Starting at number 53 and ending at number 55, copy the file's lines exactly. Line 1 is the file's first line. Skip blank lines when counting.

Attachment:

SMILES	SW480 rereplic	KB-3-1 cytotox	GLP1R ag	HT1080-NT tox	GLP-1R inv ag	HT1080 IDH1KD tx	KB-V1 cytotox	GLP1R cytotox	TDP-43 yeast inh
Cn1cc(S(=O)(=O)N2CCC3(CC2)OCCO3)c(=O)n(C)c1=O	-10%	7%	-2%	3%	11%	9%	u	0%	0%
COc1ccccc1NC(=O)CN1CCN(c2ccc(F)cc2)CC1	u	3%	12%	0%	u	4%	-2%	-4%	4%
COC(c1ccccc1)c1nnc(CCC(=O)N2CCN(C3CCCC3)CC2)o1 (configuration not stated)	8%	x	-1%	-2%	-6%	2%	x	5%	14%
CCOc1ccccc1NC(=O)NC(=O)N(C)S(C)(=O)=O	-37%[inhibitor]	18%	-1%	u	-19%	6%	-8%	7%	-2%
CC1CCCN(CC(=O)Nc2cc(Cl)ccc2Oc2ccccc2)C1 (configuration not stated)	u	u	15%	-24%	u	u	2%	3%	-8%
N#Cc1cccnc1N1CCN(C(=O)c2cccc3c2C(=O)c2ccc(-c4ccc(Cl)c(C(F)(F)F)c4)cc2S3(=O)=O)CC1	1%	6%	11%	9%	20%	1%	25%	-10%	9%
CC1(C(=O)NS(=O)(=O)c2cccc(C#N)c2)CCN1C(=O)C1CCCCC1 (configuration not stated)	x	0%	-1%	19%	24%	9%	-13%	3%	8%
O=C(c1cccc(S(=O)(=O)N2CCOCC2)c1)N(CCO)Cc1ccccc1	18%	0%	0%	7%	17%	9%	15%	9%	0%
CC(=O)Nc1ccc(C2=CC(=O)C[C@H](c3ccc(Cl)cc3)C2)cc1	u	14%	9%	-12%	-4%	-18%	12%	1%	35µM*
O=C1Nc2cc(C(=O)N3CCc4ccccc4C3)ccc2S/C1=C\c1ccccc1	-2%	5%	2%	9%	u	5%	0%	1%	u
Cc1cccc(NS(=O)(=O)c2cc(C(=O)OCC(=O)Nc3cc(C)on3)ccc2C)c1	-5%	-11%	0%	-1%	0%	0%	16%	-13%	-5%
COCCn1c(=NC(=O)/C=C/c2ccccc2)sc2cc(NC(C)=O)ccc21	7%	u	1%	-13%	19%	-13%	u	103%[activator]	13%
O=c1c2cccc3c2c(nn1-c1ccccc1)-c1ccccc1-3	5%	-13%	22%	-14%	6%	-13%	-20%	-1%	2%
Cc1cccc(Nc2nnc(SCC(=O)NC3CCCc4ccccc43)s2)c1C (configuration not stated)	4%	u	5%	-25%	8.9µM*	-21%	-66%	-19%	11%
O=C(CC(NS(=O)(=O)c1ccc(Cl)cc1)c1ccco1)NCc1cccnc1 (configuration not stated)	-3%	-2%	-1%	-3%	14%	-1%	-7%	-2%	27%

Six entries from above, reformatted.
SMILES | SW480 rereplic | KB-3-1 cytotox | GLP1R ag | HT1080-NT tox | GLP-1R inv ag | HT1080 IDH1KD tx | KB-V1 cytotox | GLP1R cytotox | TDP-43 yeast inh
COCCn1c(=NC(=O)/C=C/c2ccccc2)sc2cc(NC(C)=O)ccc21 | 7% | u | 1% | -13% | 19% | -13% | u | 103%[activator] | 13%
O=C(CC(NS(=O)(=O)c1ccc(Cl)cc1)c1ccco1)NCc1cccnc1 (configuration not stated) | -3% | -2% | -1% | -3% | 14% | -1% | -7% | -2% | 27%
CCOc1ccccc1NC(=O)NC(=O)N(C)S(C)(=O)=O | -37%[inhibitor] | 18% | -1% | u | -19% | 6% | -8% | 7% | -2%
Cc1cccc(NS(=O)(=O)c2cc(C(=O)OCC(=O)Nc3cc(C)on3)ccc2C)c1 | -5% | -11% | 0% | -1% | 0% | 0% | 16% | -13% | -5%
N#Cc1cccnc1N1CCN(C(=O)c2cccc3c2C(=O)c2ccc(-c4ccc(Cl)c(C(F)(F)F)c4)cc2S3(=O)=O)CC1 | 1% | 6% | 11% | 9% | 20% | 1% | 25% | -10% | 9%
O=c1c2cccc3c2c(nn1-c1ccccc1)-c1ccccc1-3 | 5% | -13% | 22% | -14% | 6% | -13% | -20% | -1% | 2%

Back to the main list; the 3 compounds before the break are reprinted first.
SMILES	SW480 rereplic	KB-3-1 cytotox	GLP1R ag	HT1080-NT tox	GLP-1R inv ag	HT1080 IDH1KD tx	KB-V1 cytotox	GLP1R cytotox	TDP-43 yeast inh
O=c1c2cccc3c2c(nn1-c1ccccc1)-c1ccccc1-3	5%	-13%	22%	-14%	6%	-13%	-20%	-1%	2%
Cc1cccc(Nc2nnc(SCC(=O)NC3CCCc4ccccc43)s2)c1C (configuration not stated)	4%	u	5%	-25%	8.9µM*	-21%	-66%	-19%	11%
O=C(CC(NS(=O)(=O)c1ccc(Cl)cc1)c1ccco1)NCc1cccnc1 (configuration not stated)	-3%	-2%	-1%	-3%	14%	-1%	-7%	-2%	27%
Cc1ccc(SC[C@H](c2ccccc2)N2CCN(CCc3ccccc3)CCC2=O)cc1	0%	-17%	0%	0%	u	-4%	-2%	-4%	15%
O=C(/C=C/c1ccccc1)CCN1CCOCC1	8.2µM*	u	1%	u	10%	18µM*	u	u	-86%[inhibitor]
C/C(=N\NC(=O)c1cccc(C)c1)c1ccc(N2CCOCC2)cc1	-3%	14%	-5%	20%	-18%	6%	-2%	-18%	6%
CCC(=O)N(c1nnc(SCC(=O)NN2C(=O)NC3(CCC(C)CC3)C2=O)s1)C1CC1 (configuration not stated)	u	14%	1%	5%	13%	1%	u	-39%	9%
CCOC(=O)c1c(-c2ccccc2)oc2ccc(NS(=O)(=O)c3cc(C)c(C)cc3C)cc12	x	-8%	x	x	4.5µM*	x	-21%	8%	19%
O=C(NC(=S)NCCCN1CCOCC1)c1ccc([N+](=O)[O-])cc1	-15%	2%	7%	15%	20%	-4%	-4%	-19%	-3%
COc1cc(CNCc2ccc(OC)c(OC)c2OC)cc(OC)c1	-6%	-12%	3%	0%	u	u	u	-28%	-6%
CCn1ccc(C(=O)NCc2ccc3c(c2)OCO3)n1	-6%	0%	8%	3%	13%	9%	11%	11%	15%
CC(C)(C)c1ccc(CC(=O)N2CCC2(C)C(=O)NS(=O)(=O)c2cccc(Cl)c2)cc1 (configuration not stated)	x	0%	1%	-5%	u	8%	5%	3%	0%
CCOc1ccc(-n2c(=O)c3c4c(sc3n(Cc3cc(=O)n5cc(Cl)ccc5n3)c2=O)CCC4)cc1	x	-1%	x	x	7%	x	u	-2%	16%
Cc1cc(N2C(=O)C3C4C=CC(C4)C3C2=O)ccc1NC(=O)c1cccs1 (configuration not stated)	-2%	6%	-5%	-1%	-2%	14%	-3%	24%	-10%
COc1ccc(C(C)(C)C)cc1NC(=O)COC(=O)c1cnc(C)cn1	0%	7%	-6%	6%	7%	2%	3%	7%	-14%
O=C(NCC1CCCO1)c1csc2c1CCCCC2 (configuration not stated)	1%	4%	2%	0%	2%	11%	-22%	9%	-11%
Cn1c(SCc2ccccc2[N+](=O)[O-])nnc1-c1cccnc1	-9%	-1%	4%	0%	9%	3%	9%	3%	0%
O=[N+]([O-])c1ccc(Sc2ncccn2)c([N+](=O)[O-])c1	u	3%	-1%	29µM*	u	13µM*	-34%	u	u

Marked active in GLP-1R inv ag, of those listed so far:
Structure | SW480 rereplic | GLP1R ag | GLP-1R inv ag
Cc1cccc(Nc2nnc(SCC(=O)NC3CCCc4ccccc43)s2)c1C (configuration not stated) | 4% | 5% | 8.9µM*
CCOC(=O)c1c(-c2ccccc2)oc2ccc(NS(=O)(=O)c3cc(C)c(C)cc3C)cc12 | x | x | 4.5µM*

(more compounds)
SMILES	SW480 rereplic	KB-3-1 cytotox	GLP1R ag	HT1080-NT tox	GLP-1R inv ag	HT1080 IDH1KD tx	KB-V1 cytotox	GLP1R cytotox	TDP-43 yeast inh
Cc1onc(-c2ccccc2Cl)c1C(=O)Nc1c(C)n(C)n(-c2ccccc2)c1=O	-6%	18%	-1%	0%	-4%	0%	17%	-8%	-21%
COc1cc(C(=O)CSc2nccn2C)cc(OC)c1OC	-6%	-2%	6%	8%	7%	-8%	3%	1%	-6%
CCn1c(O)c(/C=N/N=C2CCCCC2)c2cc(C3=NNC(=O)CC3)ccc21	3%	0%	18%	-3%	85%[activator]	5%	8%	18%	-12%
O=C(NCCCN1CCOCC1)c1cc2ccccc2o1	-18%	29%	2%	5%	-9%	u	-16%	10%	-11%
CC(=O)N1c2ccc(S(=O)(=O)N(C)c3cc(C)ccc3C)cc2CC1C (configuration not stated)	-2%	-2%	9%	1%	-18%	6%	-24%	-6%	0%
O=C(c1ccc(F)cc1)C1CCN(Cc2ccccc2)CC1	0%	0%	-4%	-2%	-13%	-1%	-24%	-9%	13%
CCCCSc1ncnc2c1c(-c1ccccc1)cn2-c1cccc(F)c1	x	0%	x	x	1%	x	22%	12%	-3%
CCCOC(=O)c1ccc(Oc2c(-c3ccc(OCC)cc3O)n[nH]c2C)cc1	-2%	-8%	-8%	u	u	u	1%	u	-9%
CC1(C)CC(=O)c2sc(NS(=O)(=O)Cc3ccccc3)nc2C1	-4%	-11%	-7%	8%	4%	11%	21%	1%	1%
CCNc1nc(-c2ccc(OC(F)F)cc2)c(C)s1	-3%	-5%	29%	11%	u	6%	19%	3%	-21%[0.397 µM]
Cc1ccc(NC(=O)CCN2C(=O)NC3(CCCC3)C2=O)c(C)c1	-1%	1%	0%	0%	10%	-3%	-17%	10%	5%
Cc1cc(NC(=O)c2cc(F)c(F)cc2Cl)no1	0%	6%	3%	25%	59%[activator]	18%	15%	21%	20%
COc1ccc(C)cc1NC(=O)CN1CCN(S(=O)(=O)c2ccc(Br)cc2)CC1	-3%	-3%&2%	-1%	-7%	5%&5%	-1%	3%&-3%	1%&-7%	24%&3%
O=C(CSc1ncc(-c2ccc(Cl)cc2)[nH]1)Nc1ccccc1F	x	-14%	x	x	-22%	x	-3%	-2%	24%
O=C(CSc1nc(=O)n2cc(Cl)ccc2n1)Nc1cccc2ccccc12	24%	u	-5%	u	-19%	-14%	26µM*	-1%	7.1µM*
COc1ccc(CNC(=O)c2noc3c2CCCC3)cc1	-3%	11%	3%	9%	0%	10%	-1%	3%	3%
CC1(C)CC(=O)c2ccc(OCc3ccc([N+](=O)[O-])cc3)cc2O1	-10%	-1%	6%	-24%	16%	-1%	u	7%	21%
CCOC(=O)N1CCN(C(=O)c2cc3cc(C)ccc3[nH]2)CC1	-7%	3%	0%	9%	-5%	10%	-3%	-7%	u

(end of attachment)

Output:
CCn1c(O)c(/C=N/N=C2CCCCC2)c2cc(C3=NNC(=O)CC3)ccc21	3%	0%	18%	-3%	85%[activator]	5%	8%	18%	-12%
O=C(NCCCN1CCOCC1)c1cc2ccccc2o1	-18%	29%	2%	5%	-9%	u	-16%	10%	-11%
CC(=O)N1c2ccc(S(=O)(=O)N(C)c3cc(C)ccc3C)cc2CC1C (configuration not stated)	-2%	-2%	9%	1%	-18%	6%	-24%	-6%	0%